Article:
CML: Lending into retirement

Sarah Davidson

June 19, 2015

Over a third of new mortgages being taken out today will extend beyond the borrower’s 65th birthday, delegates at our pension tension conference were told last week.

But less than 1% of all new lending (including equity release lifetime mortgages) was to this group, illustrating one of the many conundrums that exist in serving the needs of older homeowners in the future.

The conference highlighted a number of recent developments, including the introduction of pension reforms, which could have a significant impact on retirement borrowing. And it focused on the impact of some much longer term trends – including demographic shifts that are changing the landscape over decades.

The conference also helped crystallise an important distinction between borrowing into retirement, and borrowing by customers in retirement.

The former is a much larger phenomenon. Lengthening mortgage terms and the older age at which some buyers are entering the property market means that almost 35% of new loans are not expected to be fully repaid until the borrower has passed the nominal retirement age of 65. However, most of these are paid off shortly afterwards.

Around 80% of mortgages extending past the borrower’s 65th birthday are due to be repaid before the customer turns 70.

In contrast, borrowing in retirement occurs on a much smaller scale, and has been in decline since 2007 (apart from a small uptick last year attributable to strong growth in lifetime lending).

The value of mortgages (excluding lifetime mortgages) taken out by borrowers aged over 65 declined to around £1bn last year – accounting for only 0.5% of total annual advances of more than £203bn.

Trends affecting retirement borrowing

One factor likely to have a significant impact on retirement borrowing is the rapidly ageing population of the UK. There are currently more than 11 million people aged 65 or over (accounting for around 17% of the population). But the total is expected to grow to around 17 million (or almost 25% of the population) by 2034.

Moreover, within this group, the largest percentage growth will be in those aged 85 or older. The number in this group is set to more than double to around 3.4 million from around 1.5 million today.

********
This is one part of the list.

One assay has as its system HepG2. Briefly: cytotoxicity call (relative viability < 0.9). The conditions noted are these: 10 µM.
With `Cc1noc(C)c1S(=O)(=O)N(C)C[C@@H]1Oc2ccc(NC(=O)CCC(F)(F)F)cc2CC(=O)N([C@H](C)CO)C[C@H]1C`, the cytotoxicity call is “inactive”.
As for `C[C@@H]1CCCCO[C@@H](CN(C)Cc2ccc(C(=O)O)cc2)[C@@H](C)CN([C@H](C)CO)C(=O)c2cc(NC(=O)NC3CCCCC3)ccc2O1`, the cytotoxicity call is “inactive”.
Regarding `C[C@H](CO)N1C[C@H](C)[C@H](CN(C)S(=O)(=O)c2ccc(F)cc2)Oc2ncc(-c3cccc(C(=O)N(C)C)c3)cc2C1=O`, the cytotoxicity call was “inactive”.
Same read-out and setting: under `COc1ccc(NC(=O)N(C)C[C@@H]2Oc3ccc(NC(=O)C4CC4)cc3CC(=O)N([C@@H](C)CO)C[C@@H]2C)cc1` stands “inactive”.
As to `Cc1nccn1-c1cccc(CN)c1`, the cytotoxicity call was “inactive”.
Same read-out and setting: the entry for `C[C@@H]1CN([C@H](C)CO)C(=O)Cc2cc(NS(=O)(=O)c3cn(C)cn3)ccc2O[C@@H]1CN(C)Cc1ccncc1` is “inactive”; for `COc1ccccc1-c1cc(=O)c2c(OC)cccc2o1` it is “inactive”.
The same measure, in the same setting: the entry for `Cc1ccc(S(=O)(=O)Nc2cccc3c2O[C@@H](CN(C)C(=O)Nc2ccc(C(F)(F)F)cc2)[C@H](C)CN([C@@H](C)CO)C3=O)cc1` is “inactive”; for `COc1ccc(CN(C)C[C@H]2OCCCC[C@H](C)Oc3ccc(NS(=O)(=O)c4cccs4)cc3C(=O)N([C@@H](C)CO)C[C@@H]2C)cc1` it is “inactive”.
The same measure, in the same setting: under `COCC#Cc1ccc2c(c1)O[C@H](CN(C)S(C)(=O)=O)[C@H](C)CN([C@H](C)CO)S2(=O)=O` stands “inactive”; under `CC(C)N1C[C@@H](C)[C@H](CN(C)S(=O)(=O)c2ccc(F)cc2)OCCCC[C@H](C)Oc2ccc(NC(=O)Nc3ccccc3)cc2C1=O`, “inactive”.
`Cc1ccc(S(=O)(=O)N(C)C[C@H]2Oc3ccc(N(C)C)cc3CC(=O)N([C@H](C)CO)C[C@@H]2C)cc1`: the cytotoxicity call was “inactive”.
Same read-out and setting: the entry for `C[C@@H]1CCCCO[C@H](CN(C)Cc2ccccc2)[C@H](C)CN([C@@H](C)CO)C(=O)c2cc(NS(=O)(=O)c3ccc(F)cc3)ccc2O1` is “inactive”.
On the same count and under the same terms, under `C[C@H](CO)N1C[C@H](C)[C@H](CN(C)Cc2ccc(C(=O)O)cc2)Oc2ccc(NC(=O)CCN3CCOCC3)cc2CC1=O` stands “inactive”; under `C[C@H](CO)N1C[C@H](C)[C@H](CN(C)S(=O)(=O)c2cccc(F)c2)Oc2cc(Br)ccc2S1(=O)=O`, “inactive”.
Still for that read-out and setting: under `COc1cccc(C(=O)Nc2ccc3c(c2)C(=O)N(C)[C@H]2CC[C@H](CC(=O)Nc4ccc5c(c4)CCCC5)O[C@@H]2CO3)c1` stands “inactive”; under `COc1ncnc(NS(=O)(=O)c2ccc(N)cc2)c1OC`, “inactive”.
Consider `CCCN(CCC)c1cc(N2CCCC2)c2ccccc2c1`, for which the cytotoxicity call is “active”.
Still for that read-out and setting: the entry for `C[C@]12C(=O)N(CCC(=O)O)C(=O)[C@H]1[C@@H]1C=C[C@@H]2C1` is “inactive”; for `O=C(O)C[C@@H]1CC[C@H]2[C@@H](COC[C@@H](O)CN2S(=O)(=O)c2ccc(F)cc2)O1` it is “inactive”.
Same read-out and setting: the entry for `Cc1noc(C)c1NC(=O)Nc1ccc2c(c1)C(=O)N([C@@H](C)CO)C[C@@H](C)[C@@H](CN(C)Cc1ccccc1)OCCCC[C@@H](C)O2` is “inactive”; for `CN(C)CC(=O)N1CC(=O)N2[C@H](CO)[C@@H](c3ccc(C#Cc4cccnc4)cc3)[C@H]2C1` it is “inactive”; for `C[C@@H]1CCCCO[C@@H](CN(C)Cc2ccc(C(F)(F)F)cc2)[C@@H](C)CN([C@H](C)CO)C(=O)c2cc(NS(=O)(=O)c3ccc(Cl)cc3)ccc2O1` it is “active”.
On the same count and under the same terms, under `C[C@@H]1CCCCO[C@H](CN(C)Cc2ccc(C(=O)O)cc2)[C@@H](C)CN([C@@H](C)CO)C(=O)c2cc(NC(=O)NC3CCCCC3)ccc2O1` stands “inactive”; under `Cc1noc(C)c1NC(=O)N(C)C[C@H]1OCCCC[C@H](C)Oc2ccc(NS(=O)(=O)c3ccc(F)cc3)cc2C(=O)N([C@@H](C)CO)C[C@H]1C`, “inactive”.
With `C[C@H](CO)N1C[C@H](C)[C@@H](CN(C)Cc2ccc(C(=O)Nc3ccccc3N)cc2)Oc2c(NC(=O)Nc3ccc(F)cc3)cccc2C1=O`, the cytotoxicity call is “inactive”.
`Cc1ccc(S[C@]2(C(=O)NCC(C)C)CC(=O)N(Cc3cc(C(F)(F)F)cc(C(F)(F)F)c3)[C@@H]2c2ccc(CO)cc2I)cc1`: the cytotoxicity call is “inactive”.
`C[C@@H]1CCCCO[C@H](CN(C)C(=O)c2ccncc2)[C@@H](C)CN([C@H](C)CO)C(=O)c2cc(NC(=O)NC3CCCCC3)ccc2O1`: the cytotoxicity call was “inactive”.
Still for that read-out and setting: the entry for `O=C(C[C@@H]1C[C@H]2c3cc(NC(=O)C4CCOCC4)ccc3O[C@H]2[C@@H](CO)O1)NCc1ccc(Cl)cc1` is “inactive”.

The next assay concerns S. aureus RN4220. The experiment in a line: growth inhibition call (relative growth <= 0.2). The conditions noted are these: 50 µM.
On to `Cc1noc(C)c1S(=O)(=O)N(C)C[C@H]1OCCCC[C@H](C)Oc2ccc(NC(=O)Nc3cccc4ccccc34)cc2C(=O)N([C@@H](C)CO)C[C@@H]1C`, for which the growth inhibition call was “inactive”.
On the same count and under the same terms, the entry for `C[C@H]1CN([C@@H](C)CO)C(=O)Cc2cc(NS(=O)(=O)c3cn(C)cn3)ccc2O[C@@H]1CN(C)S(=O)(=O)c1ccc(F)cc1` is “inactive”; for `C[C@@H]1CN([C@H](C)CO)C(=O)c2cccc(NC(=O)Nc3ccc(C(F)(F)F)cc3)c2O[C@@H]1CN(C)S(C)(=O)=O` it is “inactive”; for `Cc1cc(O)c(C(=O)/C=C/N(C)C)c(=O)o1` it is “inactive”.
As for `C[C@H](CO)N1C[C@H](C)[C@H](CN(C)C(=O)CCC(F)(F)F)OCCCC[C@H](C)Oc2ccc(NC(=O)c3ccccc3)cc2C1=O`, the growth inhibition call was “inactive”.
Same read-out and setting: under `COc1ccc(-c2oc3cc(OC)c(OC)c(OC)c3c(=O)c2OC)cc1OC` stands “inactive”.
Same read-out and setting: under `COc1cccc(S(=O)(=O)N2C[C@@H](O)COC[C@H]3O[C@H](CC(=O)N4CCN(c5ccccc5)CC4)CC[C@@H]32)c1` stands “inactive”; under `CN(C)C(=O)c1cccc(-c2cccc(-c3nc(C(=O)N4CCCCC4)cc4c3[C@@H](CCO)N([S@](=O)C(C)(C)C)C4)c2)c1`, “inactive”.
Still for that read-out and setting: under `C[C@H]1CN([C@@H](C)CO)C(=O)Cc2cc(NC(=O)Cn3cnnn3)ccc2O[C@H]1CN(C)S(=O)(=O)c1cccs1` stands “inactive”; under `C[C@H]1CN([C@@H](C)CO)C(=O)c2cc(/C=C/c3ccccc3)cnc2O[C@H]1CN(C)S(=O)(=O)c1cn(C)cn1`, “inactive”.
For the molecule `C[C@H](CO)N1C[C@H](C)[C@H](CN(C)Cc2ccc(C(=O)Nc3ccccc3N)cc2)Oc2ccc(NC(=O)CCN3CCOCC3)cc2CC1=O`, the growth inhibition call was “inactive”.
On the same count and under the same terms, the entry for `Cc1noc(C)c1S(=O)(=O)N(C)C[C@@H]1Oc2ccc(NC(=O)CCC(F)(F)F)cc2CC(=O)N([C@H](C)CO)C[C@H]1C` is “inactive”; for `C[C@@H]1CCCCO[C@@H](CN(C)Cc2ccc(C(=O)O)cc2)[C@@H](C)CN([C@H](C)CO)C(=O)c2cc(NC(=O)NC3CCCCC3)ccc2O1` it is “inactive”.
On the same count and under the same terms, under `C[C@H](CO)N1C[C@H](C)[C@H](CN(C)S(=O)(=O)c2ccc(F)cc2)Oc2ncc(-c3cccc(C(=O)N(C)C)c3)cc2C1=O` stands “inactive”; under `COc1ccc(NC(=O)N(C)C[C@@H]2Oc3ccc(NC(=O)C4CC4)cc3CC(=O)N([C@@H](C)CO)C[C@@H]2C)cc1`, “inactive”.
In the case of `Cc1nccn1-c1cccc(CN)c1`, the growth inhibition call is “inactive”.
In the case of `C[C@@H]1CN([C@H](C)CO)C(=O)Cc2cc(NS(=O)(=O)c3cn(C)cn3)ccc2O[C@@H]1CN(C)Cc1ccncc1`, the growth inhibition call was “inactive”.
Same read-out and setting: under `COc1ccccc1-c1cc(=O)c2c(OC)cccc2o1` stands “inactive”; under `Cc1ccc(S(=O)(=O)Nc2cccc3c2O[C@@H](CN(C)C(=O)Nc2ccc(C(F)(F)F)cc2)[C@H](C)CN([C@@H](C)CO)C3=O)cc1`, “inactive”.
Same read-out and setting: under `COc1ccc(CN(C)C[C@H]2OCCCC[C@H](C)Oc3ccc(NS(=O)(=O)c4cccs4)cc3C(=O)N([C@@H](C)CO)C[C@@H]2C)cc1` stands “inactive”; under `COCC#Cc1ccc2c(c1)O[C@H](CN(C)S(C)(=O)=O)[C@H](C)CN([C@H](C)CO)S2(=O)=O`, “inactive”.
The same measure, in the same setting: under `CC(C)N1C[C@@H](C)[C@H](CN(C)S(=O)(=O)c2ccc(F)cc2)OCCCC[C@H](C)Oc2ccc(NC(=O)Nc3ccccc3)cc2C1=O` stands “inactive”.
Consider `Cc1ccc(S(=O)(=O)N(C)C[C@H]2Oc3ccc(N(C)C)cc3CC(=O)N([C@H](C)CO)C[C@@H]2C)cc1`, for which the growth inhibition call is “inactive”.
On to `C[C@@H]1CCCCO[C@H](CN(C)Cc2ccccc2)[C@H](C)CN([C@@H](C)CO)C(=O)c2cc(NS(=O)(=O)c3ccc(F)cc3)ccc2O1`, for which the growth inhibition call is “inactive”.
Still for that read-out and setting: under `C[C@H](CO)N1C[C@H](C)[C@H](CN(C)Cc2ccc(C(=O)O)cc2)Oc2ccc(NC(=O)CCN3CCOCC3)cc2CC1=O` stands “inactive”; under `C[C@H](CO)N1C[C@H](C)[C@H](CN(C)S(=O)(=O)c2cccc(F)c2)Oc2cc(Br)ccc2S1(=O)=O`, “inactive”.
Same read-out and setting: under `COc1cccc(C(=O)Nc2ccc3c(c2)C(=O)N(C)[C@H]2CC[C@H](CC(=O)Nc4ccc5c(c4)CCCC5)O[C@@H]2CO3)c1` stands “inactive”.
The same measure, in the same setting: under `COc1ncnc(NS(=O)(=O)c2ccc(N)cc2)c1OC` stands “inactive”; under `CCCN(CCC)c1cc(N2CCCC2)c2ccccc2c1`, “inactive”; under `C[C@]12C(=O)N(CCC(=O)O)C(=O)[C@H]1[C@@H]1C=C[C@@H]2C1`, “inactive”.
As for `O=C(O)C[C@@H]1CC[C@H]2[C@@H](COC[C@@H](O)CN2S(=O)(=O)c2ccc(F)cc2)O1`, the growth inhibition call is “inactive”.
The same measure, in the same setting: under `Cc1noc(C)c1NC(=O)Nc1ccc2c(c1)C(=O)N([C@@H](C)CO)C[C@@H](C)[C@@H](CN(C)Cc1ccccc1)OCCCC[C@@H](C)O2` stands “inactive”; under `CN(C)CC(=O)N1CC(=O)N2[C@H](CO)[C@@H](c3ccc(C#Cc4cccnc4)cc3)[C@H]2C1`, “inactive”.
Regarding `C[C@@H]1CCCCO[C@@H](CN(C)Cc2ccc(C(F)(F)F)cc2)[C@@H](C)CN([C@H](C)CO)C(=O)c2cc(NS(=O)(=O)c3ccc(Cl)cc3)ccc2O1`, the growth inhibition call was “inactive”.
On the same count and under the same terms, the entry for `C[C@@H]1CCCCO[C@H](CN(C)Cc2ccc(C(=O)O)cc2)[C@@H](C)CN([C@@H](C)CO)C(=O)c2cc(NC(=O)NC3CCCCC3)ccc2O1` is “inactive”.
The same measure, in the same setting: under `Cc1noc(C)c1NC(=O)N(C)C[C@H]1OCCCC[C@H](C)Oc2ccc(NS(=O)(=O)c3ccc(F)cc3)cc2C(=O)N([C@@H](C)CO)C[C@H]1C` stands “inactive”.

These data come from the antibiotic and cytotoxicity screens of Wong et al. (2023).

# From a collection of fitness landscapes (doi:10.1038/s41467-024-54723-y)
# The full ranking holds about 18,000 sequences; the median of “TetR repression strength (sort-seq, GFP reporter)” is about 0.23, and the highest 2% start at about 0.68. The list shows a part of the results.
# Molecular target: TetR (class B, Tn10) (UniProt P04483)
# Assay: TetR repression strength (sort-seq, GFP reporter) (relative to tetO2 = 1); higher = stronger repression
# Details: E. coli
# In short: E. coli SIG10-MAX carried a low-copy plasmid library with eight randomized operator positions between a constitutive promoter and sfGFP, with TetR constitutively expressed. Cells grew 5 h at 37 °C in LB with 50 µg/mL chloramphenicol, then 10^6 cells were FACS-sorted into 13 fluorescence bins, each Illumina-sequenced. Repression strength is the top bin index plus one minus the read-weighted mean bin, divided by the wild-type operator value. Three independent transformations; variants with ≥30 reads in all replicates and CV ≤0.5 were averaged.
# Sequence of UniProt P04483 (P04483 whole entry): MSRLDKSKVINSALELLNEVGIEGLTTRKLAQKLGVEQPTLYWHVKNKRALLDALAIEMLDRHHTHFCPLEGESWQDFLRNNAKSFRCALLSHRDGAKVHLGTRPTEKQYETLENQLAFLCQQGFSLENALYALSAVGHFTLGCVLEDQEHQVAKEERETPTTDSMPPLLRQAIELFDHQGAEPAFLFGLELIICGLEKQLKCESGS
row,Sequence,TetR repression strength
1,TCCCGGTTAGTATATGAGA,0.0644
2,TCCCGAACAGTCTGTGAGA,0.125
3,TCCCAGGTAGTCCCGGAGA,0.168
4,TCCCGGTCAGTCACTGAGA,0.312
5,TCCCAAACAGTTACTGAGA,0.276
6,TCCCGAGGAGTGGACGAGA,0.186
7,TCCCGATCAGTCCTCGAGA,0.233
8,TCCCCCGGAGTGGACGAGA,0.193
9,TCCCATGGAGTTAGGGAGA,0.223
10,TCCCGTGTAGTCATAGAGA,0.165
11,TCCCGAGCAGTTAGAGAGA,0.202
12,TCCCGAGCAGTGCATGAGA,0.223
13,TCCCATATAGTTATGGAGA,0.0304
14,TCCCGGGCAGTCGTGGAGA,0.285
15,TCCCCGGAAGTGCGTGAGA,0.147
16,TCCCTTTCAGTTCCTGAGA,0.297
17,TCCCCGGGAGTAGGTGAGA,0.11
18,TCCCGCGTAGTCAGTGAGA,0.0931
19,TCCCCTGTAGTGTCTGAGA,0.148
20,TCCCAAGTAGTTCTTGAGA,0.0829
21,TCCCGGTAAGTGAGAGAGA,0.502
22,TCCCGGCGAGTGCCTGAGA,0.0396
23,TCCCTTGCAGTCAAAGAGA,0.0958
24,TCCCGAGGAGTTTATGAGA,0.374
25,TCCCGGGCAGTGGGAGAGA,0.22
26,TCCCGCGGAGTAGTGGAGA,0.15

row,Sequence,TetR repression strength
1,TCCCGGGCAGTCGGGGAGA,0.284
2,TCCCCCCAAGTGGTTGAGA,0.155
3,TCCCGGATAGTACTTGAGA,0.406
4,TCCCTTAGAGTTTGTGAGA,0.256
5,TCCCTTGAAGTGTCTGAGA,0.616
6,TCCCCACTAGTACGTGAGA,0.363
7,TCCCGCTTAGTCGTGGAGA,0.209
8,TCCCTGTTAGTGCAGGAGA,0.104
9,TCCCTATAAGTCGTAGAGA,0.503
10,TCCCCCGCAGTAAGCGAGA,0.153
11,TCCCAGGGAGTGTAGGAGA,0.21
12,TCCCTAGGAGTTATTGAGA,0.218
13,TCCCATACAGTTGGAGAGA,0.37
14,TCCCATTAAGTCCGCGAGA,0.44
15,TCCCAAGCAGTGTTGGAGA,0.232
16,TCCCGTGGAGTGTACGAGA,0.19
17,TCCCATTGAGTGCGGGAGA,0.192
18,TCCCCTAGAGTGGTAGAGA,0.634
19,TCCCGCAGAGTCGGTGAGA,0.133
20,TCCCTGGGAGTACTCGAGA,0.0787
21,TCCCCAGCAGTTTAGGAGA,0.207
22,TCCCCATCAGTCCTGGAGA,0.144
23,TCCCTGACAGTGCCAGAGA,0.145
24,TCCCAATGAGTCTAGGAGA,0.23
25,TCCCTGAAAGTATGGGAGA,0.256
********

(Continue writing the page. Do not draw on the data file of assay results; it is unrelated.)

Another important factor is the amount of housing equity owned by pensioner households. A recent index published by equity release specialist Key Retirement put the amount of property wealth owned outright by retired home-owners at almost £874bn.

Meanwhile, earlier this year, the English Housing Survey showed that for the first time the number of homes owned outright exceeded the number being bought with a mortgage. And it is older households that are more like to own their home outright.

But, despite the growing wealth of the UK’s ageing population, borrowing by those aged over 65 has been falling – by number of loans and value – since 2007.

Total borrowing by those aged 65 (including lifetime mortgages) was around £1.7bn last year, accounting for less than 1% of all advances.

The uptick in borrowing by this group last year was driven by strong growth in lifetime mortgages, and this has been predicted to continue by a number of commentators. Lifetime mortgages accounted for around half of all borrowing by the over-65s reported in our data.

As one would expect, people will generally have different reasons for taking out loans at different stages of their lives. The pattern for choices later in life is often set by the age at which people are able to get on to – and then move up – the property ladder. Among borrowers aged over 65, there is almost an even split between those taking out a loan to move home and those remortgaging.

The English Housing Survey shows that trends in borrowing over a long period have contributed to a change in the age profile of households that have mortgages.

There has been a decline in the proportion of mortgages held by younger households (those aged up to 44), and a corresponding increase in the proportion held by older people.

There are a number of reasons for this, including an overall decline in first-time buyer numbers, the rising age at which some of them are entering the property market, and lengthening mortgage terms.

Our recent conference also provided an opportunity to update our analysis of loans extending into retirement, which we last published in April 2014.

As before, we have assumed a nominal retirement age of 65 – even though the age at which people actually retire is generally rising but becoming less certain.

The proportion of loans expected to extend beyond the age of 65 is continuing to increase, and is approaching 35%.

In recent times, a growing proportion of mortgages extending beyond the age of 65 have been taken out by home movers.

They now account for around half the total. But the number of first-time buyers taking out mortgages that will mature beyond the age of 65 has also been edging upwards – and accounted for 21% of the total in the fourth quarter of last year.


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